You have one LED travelling up and down a cylinder balloon
At what given combination of radius and power does one sterilise quicker than the other?
Partial pressure Oxygen
Wind speed and direction
Solar irradiance - might be too expensive to fly a suitable spectrophotometer early, they cost $1000 - so just UVC?
Any other suggestions?
I've exhausted my Blackberry for the night, it's giving me "low battery"! Until tomorrow!
After a bit of googling, here is a likely looking cyclo-olefin with good transmission at UVC germicidal wavelengths (260nm):
Friday, May 1, 2009
1) A superhydrophobic material, so that microbes can't stick to it
2) A superhydrophilic material, so that they are stuck fast and broken up
3) A photocatalytic material, which would catalyse anything on it to break down, ultimately into CO2 and water
I think (2) is out because the canopy would pick up too much moisture in the troposphere and would presumably be weighed down, reducing the height reached.
1 and 3 might well work, and 3 seems most elegant since it is an active process of sterilisation. Having said that, the same colleague still thought UVC might be best.
Our ultimate task is to kill spores - if we can kill spores then we can kill anything! Hence a massive UVC dose from LEDs etc might be necessary - if we can carry that many LEDs and enough power...
As always in "balloon material fantasies", it comes down to if we can find a suitable compound, if it is gastight for helium, robust enough for flight (without tearing etc), if someone will make balloons out of it for us, and for how much!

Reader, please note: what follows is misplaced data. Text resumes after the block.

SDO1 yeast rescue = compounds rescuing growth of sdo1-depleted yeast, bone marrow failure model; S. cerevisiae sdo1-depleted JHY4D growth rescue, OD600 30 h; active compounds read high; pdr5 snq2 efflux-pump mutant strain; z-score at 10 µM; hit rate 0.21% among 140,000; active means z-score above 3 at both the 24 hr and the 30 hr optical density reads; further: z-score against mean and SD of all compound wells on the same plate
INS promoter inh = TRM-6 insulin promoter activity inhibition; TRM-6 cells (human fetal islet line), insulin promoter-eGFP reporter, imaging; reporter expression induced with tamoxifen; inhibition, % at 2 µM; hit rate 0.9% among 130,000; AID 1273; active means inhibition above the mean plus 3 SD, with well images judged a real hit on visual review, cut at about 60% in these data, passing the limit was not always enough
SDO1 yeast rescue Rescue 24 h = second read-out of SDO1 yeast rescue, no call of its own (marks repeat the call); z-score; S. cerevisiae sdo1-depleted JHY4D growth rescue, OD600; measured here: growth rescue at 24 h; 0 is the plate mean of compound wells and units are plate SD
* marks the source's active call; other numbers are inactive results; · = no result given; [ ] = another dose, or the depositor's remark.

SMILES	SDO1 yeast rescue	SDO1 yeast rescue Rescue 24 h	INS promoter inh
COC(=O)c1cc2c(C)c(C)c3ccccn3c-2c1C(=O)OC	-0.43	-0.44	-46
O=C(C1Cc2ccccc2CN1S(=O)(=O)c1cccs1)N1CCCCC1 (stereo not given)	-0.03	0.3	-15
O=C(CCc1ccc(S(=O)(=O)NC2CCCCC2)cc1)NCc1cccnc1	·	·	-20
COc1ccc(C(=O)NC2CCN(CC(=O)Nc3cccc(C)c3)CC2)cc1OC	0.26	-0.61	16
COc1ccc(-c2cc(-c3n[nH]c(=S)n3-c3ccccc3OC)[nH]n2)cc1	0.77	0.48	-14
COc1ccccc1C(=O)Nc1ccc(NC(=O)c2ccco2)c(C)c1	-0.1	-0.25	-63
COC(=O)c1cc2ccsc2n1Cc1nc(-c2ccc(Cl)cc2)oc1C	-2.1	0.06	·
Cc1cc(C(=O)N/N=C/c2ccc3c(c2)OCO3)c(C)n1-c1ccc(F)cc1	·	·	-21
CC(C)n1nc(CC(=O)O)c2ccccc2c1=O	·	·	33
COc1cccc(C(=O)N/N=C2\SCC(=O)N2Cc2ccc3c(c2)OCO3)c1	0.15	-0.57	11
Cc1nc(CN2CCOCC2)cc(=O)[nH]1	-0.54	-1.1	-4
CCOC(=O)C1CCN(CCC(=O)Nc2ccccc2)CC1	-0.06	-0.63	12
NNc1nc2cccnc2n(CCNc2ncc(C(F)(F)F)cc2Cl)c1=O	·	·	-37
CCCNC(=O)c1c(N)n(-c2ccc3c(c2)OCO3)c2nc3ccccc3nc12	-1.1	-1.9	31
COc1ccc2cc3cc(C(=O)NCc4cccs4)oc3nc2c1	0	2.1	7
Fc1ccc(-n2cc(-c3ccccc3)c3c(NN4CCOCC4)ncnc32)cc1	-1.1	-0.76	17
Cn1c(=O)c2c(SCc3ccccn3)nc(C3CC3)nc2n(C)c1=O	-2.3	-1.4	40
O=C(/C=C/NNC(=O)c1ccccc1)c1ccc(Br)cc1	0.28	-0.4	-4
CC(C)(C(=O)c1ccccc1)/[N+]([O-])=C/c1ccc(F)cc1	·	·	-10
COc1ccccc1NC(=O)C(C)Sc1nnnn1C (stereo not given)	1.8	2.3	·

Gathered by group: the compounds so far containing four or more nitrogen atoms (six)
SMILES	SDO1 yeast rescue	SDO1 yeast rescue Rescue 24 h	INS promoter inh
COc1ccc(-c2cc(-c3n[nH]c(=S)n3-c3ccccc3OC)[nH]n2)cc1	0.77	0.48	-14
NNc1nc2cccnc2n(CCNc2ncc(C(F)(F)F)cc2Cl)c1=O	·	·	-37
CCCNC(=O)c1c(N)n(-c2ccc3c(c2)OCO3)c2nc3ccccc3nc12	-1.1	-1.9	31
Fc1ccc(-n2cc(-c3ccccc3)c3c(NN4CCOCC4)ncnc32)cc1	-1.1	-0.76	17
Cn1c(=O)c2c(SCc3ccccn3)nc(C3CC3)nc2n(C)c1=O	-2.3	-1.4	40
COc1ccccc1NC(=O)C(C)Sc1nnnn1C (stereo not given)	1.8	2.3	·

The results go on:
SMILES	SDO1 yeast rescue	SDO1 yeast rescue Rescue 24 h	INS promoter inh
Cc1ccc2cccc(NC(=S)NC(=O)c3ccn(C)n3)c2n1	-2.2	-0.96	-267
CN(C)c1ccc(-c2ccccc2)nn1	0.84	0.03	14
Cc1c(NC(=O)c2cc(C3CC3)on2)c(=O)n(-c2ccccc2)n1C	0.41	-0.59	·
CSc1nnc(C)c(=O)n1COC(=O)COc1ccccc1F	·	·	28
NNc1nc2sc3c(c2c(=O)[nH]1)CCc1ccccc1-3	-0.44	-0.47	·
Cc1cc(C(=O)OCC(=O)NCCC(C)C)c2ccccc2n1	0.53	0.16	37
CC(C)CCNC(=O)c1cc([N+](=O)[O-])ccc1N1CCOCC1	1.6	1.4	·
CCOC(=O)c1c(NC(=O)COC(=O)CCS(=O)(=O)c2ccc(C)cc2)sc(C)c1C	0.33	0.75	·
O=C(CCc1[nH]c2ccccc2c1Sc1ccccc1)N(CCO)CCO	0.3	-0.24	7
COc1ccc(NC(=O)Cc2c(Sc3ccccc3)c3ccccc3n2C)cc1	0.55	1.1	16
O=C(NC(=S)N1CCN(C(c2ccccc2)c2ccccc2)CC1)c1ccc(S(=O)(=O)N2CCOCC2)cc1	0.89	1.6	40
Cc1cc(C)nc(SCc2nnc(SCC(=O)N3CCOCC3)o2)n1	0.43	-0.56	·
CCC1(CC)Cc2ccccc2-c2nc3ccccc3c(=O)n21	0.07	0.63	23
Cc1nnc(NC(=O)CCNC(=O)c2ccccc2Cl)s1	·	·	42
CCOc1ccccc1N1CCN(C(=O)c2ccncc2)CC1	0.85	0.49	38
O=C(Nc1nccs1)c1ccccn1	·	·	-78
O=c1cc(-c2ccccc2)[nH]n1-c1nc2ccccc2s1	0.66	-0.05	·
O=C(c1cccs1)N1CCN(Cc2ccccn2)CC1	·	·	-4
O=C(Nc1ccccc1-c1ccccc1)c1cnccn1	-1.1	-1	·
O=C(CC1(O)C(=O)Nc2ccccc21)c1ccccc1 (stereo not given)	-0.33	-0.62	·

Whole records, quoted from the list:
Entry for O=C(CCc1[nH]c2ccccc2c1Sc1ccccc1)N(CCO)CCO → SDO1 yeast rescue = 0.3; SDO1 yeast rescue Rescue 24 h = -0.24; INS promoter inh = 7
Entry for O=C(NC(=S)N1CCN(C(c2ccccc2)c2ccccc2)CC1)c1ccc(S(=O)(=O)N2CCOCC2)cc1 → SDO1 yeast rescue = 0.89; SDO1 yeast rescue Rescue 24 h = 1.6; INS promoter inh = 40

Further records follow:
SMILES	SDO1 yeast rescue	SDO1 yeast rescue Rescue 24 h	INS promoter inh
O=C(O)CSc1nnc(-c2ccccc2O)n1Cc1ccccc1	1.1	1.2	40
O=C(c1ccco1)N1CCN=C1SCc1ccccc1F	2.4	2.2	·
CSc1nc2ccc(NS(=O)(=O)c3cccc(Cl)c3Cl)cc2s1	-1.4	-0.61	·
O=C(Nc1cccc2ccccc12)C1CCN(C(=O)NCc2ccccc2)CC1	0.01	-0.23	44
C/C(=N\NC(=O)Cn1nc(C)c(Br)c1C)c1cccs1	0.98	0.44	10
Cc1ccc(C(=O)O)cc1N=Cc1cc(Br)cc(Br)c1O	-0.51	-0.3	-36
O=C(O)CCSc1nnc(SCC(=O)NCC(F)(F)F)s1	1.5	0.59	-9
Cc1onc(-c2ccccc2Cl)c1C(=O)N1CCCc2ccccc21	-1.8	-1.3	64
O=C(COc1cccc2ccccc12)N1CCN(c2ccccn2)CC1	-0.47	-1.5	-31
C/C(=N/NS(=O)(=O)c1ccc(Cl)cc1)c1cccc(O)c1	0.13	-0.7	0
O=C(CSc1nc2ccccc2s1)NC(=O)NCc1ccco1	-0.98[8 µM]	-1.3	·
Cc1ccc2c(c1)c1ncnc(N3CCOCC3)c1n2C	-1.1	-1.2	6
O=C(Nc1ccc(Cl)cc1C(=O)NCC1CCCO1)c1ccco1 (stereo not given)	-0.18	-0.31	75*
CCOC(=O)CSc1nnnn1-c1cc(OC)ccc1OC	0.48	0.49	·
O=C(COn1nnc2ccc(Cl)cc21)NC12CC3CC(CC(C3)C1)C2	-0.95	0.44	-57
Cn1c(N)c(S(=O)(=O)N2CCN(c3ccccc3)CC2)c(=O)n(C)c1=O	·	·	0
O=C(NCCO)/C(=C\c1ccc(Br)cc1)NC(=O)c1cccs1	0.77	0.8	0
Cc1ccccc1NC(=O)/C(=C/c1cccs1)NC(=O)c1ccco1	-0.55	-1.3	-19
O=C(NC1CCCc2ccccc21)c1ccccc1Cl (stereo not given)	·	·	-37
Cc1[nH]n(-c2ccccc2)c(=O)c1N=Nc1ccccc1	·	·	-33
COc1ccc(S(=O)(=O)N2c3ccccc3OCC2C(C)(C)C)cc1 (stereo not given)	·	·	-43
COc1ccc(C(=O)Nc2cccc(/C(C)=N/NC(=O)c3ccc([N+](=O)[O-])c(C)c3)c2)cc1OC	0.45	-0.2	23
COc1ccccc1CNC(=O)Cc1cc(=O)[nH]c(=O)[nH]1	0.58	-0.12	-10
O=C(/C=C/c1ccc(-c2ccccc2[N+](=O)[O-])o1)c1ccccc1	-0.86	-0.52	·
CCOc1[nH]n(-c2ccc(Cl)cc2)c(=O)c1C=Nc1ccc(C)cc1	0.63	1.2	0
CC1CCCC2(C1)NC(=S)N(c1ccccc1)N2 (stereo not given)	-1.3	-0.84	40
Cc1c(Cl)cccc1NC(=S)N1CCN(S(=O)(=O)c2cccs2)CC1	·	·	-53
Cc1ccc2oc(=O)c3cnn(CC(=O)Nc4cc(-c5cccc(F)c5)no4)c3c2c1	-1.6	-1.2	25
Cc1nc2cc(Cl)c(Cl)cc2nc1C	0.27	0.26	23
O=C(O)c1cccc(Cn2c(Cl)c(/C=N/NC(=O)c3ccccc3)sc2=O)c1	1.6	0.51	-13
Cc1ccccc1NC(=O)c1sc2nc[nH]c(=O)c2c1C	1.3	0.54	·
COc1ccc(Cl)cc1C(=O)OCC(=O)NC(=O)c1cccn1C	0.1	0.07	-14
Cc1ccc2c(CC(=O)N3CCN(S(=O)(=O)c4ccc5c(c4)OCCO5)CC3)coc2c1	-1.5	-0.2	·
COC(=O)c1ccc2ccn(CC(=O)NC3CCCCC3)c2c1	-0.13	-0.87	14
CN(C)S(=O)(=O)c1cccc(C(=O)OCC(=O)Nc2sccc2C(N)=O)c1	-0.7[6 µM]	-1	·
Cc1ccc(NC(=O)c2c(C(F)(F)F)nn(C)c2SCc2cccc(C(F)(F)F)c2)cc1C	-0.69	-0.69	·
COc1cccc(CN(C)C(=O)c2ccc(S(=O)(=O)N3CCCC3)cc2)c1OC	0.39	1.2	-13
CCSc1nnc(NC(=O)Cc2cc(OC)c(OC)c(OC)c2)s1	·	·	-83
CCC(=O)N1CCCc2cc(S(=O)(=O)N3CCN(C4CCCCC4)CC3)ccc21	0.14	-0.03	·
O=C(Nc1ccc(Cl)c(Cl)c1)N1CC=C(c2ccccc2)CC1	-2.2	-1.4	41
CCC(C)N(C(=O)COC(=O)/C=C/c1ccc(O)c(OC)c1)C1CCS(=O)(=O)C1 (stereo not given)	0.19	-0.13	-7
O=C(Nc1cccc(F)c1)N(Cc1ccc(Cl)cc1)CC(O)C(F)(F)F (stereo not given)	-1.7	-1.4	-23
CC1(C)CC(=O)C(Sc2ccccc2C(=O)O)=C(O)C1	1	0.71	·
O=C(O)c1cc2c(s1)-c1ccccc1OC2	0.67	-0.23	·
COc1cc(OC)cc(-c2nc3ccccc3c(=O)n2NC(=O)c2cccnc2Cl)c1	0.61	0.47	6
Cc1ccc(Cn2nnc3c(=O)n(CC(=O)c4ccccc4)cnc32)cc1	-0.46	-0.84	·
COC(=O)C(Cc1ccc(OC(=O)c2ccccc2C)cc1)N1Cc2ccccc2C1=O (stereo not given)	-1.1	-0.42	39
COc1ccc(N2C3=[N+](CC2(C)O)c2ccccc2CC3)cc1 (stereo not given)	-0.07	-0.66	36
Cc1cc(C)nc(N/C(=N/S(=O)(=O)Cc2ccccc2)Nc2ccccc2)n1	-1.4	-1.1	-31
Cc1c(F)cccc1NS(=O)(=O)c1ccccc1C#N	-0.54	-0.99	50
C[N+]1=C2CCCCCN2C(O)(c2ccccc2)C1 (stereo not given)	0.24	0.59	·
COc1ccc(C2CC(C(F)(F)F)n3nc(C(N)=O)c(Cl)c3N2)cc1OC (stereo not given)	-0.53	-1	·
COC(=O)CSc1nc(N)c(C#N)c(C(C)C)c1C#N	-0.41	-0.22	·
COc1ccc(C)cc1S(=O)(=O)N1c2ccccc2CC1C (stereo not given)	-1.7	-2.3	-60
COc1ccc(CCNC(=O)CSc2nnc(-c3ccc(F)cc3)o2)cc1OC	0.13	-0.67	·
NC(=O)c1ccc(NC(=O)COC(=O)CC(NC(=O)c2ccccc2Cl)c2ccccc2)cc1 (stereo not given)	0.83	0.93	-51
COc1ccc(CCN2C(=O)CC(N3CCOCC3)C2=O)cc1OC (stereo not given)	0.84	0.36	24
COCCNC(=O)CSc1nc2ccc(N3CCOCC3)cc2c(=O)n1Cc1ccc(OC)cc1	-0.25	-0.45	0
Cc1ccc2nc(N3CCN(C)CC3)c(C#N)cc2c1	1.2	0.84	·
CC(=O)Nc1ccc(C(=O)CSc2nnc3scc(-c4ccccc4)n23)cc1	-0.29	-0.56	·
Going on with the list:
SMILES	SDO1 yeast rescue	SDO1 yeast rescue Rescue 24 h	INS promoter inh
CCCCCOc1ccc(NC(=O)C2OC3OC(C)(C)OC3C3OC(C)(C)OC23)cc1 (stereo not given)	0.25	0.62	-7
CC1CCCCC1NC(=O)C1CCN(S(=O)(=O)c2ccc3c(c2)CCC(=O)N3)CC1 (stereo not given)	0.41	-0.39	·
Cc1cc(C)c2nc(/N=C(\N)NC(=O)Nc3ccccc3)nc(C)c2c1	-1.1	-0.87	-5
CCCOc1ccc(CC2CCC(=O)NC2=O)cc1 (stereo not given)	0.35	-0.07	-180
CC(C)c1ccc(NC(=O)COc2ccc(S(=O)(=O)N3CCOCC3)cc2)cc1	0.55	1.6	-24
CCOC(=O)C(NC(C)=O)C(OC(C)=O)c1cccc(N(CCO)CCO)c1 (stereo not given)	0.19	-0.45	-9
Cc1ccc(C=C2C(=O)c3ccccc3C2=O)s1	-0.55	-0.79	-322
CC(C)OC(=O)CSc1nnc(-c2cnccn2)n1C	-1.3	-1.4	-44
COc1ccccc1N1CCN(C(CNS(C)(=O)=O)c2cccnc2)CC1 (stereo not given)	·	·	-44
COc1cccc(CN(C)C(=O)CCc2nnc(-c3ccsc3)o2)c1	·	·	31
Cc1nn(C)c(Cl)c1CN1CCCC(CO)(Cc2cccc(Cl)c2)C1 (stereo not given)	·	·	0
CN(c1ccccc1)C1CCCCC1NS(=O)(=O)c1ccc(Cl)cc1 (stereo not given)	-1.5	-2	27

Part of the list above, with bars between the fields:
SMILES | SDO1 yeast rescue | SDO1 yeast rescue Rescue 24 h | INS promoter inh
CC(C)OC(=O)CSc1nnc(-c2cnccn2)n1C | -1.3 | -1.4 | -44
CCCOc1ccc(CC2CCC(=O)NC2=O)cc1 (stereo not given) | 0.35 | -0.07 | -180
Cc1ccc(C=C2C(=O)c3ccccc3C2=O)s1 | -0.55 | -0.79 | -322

Cyclo-olefins is at least a name we can bandy around for the chosen property of UVC transparency... Any ideas who to order that from and any ideas about the other sorts of compounds?
If we can't fly a full size balloon made of our dream compound, then perhaps we can fall back on a small scale model, and then fly other hardware on a "dirty" normal balloon for a high altitude proof of concept?
I saw an intriguingly small qPCR unit today in "Biotechniques", but still expensive ($10,000). I'll look into it further. With something like this we could at least detect a 16S signature in flight - and then sequence the amplicon back on the ground? (Sequencing in flight I think if for the deluxe version!)
But we don't need to do everything on the NESTA grant in one go - it could be enough for instance to say we have tested the unit for one day but would ideally fly for many more.
We could also, for instance, fly on a "dirty" balloon if we can't find a way to make a clean one. This would at least show that everything works at altitude.
Unfortunately the flight never happened but the explosive decompression experience was, in my opinion, the best fun you can have with your clothes on. A tale for another time perhaps!
The RAF did this for me for free at the time since some of the older medical officers were sympathetic to spaceflight. They have since retired. I know this since a colleague in the RAF checked a few years later and was given a curt no for the same request. You have to pay for it now! :-(
To educate myself a little I have borrowed this image from Rashid's blog, we live down in the tiny troposphere and that the tropopause is a barrier to things getting above into the stratosphere. Ideas out there for getting things up there include volcanoes, blue lightning strikes, concurrent thunderstorms and forest fires, and lastly gravito-photopheresis (through this it would take 50years for a piece of soot to get to 20-80km up but it has to be less than 1µm). Or panspermia.
So what could we grow them on - they're likely to be anaerobic, and hopefully cold adapted if we're going to grow them, if we start looking at interesting agars may be we'd need something with a low redox potential (like Schaedler's) or something with inorganic nitrogen ( eg Czapek-Dox or Simmon's) or may be try and mimic other extreme environments (Marine) or just go for bog standard stuff (nutrient) in an anaerobic environment. All suggestions welcome, and I'll go and seek advice from some of the micro people here in Brum. I'm going to do some ground level (sea level and ~1000m ie up Snowdon) experiments and comparisons.